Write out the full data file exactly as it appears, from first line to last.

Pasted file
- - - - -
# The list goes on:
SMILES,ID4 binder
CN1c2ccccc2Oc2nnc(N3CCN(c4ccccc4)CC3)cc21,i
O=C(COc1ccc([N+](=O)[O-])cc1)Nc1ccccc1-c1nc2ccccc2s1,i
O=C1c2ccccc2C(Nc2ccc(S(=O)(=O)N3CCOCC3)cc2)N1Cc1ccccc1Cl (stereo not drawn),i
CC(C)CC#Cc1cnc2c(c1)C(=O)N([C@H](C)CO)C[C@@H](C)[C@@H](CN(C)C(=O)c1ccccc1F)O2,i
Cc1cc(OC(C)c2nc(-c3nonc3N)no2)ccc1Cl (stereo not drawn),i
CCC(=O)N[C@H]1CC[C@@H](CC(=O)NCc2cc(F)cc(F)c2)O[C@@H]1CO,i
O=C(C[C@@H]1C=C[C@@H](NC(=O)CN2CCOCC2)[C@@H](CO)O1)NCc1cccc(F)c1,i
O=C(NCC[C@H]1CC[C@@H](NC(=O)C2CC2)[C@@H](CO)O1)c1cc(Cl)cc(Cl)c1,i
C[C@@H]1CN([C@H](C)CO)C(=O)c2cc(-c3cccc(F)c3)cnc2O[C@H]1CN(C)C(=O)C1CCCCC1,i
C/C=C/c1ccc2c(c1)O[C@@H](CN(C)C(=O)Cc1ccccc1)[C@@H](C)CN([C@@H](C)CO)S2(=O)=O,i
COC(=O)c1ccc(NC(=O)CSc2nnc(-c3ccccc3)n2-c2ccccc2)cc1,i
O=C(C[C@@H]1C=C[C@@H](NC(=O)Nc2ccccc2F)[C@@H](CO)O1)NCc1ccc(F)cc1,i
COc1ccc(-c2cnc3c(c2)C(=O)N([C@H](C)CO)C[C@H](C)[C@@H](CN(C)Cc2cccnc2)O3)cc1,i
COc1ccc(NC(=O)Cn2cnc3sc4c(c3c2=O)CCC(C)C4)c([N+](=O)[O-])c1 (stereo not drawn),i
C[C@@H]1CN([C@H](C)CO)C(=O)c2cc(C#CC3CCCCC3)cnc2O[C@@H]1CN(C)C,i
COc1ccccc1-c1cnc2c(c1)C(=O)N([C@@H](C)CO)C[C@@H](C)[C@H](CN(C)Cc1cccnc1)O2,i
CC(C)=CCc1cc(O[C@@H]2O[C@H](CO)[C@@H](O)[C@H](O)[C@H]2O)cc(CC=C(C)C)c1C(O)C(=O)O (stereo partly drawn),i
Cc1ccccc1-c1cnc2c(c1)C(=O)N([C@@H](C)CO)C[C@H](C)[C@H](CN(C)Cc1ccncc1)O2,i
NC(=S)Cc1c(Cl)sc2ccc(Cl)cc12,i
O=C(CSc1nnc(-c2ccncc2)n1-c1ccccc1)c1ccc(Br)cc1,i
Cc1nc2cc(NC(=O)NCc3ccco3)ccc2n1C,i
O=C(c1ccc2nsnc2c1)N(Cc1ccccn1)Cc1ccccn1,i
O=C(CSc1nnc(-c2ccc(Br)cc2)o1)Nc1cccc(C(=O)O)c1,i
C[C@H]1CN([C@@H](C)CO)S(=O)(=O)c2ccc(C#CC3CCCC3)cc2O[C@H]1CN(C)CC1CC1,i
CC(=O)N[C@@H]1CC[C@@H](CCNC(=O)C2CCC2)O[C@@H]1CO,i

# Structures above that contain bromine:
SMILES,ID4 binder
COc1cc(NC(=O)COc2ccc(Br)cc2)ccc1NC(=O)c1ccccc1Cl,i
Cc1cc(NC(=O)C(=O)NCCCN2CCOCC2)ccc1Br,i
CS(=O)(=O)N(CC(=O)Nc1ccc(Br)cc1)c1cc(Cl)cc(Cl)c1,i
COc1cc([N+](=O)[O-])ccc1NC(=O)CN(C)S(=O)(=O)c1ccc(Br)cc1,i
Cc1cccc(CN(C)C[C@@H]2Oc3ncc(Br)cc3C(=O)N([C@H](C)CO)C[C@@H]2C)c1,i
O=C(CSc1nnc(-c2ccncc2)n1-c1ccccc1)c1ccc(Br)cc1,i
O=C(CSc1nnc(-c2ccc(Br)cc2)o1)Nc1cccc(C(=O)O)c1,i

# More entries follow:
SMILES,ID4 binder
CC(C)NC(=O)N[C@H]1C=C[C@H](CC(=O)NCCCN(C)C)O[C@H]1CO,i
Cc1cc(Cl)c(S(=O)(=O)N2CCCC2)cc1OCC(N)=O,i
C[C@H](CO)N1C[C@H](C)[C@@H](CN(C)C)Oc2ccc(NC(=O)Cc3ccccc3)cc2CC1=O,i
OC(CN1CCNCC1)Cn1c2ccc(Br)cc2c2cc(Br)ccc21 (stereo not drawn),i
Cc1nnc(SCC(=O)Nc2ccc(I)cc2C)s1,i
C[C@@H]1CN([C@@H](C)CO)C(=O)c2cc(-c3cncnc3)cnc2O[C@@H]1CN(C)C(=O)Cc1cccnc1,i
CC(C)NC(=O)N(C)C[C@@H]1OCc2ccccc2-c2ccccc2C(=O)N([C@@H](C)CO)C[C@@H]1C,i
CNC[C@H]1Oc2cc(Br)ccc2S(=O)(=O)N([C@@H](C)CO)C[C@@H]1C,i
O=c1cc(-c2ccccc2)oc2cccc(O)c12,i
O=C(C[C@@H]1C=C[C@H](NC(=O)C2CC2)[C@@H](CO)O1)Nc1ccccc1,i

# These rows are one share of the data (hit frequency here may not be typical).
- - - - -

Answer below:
# The list goes on:
SMILES,ID4 binder
CN1c2ccccc2Oc2nnc(N3CCN(c4ccccc4)CC3)cc21,i
O=C(COc1ccc([N+](=O)[O-])cc1)Nc1ccccc1-c1nc2ccccc2s1,i
O=C1c2ccccc2C(Nc2ccc(S(=O)(=O)N3CCOCC3)cc2)N1Cc1ccccc1Cl (stereo not drawn),i
CC(C)CC#Cc1cnc2c(c1)C(=O)N([C@H](C)CO)C[C@@H](C)[C@@H](CN(C)C(=O)c1ccccc1F)O2,i
Cc1cc(OC(C)c2nc(-c3nonc3N)no2)ccc1Cl (stereo not drawn),i
CCC(=O)N[C@H]1CC[C@@H](CC(=O)NCc2cc(F)cc(F)c2)O[C@@H]1CO,i
O=C(C[C@@H]1C=C[C@@H](NC(=O)CN2CCOCC2)[C@@H](CO)O1)NCc1cccc(F)c1,i
O=C(NCC[C@H]1CC[C@@H](NC(=O)C2CC2)[C@@H](CO)O1)c1cc(Cl)cc(Cl)c1,i
C[C@@H]1CN([C@H](C)CO)C(=O)c2cc(-c3cccc(F)c3)cnc2O[C@H]1CN(C)C(=O)C1CCCCC1,i
C/C=C/c1ccc2c(c1)O[C@@H](CN(C)C(=O)Cc1ccccc1)[C@@H](C)CN([C@@H](C)CO)S2(=O)=O,i
COC(=O)c1ccc(NC(=O)CSc2nnc(-c3ccccc3)n2-c2ccccc2)cc1,i
O=C(C[C@@H]1C=C[C@@H](NC(=O)Nc2ccccc2F)[C@@H](CO)O1)NCc1ccc(F)cc1,i
COc1ccc(-c2cnc3c(c2)C(=O)N([C@H](C)CO)C[C@H](C)[C@@H](CN(C)Cc2cccnc2)O3)cc1,i
COc1ccc(NC(=O)Cn2cnc3sc4c(c3c2=O)CCC(C)C4)c([N+](=O)[O-])c1 (stereo not drawn),i
C[C@@H]1CN([C@H](C)CO)C(=O)c2cc(C#CC3CCCCC3)cnc2O[C@@H]1CN(C)C,i
COc1ccccc1-c1cnc2c(c1)C(=O)N([C@@H](C)CO)C[C@@H](C)[C@H](CN(C)Cc1cccnc1)O2,i
CC(C)=CCc1cc(O[C@@H]2O[C@H](CO)[C@@H](O)[C@H](O)[C@H]2O)cc(CC=C(C)C)c1C(O)C(=O)O (stereo partly drawn),i
Cc1ccccc1-c1cnc2c(c1)C(=O)N([C@@H](C)CO)C[C@H](C)[C@H](CN(C)Cc1ccncc1)O2,i
NC(=S)Cc1c(Cl)sc2ccc(Cl)cc12,i
O=C(CSc1nnc(-c2ccncc2)n1-c1ccccc1)c1ccc(Br)cc1,i
Cc1nc2cc(NC(=O)NCc3ccco3)ccc2n1C,i
O=C(c1ccc2nsnc2c1)N(Cc1ccccn1)Cc1ccccn1,i
O=C(CSc1nnc(-c2ccc(Br)cc2)o1)Nc1cccc(C(=O)O)c1,i
C[C@H]1CN([C@@H](C)CO)S(=O)(=O)c2ccc(C#CC3CCCC3)cc2O[C@H]1CN(C)CC1CC1,i
CC(=O)N[C@@H]1CC[C@@H](CCNC(=O)C2CCC2)O[C@@H]1CO,i

# Structures above that contain bromine:
SMILES,ID4 binder
COc1cc(NC(=O)COc2ccc(Br)cc2)ccc1NC(=O)c1ccccc1Cl,i
Cc1cc(NC(=O)C(=O)NCCCN2CCOCC2)ccc1Br,i
CS(=O)(=O)N(CC(=O)Nc1ccc(Br)cc1)c1cc(Cl)cc(Cl)c1,i
COc1cc([N+](=O)[O-])ccc1NC(=O)CN(C)S(=O)(=O)c1ccc(Br)cc1,i
Cc1cccc(CN(C)C[C@@H]2Oc3ncc(Br)cc3C(=O)N([C@H](C)CO)C[C@@H]2C)c1,i
O=C(CSc1nnc(-c2ccncc2)n1-c1ccccc1)c1ccc(Br)cc1,i
O=C(CSc1nnc(-c2ccc(Br)cc2)o1)Nc1cccc(C(=O)O)c1,i

# More entries follow:
SMILES,ID4 binder
CC(C)NC(=O)N[C@H]1C=C[C@H](CC(=O)NCCCN(C)C)O[C@H]1CO,i
Cc1cc(Cl)c(S(=O)(=O)N2CCCC2)cc1OCC(N)=O,i
C[C@H](CO)N1C[C@H](C)[C@@H](CN(C)C)Oc2ccc(NC(=O)Cc3ccccc3)cc2CC1=O,i
OC(CN1CCNCC1)Cn1c2ccc(Br)cc2c2cc(Br)ccc21 (stereo not drawn),i
Cc1nnc(SCC(=O)Nc2ccc(I)cc2C)s1,i
C[C@@H]1CN([C@@H](C)CO)C(=O)c2cc(-c3cncnc3)cnc2O[C@@H]1CN(C)C(=O)Cc1cccnc1,i
CC(C)NC(=O)N(C)C[C@@H]1OCc2ccccc2-c2ccccc2C(=O)N([C@@H](C)CO)C[C@@H]1C,i
CNC[C@H]1Oc2cc(Br)ccc2S(=O)(=O)N([C@@H](C)CO)C[C@@H]1C,i
O=c1cc(-c2ccccc2)oc2cccc(O)c12,i
O=C(C[C@@H]1C=C[C@H](NC(=O)C2CC2)[C@@H](CO)O1)Nc1ccccc1,i

# These rows are one share of the data (hit frequency here may not be typical).